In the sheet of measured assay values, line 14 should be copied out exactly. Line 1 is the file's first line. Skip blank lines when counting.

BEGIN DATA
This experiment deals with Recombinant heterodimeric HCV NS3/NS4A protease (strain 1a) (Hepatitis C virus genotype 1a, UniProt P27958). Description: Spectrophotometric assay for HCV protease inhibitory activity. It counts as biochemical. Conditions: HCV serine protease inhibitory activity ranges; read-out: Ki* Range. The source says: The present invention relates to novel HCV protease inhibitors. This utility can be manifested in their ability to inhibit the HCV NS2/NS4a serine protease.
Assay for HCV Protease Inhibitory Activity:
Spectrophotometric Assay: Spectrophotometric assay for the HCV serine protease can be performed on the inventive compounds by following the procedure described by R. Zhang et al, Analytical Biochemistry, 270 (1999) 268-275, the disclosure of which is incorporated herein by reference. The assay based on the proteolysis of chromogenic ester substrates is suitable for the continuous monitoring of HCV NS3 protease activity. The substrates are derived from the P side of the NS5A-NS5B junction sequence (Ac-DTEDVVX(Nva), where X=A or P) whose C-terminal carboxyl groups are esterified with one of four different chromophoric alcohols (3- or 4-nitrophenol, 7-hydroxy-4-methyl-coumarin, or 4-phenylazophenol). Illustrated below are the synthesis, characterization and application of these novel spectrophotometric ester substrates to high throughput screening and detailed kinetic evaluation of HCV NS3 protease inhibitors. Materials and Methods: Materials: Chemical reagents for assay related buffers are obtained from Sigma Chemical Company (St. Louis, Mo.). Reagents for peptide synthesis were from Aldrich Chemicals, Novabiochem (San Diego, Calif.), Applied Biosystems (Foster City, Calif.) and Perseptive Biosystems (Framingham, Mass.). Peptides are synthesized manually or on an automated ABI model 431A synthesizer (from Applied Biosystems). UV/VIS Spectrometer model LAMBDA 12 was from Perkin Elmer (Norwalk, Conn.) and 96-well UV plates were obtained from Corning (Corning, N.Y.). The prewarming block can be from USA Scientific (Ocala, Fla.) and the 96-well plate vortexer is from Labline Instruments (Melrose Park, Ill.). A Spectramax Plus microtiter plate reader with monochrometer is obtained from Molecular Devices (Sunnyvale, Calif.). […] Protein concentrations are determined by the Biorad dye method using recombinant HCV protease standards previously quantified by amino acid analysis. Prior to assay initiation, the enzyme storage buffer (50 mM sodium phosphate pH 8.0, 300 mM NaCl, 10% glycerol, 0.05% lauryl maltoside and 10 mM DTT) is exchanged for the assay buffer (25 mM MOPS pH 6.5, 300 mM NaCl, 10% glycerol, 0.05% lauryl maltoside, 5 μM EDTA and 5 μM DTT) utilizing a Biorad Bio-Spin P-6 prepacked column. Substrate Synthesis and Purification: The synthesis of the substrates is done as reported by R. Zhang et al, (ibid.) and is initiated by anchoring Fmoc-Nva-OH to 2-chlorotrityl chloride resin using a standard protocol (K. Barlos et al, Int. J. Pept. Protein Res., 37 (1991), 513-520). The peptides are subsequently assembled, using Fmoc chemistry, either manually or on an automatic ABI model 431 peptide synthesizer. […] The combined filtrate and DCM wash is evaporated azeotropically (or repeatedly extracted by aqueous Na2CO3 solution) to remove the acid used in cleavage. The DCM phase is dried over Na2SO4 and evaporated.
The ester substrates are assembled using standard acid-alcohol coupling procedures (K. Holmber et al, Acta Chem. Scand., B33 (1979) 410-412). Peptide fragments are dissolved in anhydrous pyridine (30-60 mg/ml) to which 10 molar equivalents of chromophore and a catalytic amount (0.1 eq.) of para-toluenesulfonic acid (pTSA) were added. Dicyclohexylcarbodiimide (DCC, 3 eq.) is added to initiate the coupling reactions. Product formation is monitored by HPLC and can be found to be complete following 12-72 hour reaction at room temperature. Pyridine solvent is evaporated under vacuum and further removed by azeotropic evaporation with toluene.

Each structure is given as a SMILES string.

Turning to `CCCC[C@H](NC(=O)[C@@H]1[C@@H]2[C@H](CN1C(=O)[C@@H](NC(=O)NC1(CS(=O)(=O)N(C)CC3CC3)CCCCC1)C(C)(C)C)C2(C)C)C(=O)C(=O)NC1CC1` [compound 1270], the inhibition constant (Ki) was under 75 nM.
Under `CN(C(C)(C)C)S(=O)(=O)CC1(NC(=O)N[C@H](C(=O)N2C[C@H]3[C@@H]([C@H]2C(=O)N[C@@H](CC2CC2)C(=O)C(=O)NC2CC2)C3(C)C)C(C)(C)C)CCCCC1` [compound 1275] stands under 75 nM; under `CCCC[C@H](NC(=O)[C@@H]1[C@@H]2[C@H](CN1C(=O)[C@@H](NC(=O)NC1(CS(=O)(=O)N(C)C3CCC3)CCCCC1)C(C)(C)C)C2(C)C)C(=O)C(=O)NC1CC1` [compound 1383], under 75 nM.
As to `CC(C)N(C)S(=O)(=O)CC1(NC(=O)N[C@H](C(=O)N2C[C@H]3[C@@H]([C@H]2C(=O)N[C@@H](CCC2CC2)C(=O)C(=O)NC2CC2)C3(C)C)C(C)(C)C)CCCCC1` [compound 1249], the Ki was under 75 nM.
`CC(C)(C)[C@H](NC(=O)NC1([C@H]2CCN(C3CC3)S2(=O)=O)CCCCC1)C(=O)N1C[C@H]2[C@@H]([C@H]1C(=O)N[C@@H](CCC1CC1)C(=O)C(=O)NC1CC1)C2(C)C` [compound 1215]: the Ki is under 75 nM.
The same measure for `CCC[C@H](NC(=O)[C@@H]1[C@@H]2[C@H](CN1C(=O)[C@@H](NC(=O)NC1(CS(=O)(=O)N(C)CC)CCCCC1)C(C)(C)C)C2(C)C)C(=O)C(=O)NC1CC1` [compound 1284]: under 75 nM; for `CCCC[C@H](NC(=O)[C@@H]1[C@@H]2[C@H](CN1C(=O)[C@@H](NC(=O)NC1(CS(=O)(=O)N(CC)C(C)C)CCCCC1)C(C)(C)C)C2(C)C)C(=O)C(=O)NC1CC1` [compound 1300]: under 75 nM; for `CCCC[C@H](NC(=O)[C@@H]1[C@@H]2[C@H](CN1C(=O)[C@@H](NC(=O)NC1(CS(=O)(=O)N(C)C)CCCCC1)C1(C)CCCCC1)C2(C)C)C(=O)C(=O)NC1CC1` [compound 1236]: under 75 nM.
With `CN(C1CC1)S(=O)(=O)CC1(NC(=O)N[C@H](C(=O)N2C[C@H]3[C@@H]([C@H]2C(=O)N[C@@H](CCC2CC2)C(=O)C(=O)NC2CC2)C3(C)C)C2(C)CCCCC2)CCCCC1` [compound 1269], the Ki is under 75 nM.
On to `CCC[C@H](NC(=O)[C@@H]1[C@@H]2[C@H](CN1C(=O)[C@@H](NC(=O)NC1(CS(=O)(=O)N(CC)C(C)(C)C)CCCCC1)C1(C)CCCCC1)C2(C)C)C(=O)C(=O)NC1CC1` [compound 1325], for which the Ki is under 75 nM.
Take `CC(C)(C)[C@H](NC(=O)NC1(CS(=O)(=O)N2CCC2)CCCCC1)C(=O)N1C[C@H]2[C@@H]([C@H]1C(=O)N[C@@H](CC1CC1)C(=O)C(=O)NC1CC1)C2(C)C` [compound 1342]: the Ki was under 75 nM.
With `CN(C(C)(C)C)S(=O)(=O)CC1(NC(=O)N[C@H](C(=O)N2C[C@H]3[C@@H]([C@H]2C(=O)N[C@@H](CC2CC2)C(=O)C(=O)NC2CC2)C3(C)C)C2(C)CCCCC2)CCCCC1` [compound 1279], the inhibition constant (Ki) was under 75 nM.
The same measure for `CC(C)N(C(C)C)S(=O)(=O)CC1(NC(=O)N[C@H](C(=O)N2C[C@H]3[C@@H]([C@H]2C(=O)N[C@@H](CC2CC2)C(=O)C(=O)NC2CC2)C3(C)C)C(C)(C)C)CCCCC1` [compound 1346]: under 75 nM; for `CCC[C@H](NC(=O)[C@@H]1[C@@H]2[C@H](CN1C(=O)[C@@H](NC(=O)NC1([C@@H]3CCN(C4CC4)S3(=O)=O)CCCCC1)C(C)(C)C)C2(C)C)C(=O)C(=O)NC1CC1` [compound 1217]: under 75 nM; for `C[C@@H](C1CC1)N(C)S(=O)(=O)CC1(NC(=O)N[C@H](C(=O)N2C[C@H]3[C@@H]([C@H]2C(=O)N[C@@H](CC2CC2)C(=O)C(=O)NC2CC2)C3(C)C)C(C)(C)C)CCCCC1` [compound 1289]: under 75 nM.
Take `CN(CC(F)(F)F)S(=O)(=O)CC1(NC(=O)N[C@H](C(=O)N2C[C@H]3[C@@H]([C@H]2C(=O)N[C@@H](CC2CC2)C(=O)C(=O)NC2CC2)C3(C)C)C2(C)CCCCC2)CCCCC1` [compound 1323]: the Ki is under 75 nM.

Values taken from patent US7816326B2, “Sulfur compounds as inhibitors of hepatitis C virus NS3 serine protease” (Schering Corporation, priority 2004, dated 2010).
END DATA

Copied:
With `CN(C(C)(C)C)S(=O)(=O)CC1(NC(=O)N[C@H](C(=O)N2C[C@H]3[C@@H]([C@H]2C(=O)N[C@@H](CC2CC2)C(=O)C(=O)NC2CC2)C3(C)C)C2(C)CCCCC2)CCCCC1` [compound 1279], the inhibition constant (Ki) was under 75 nM.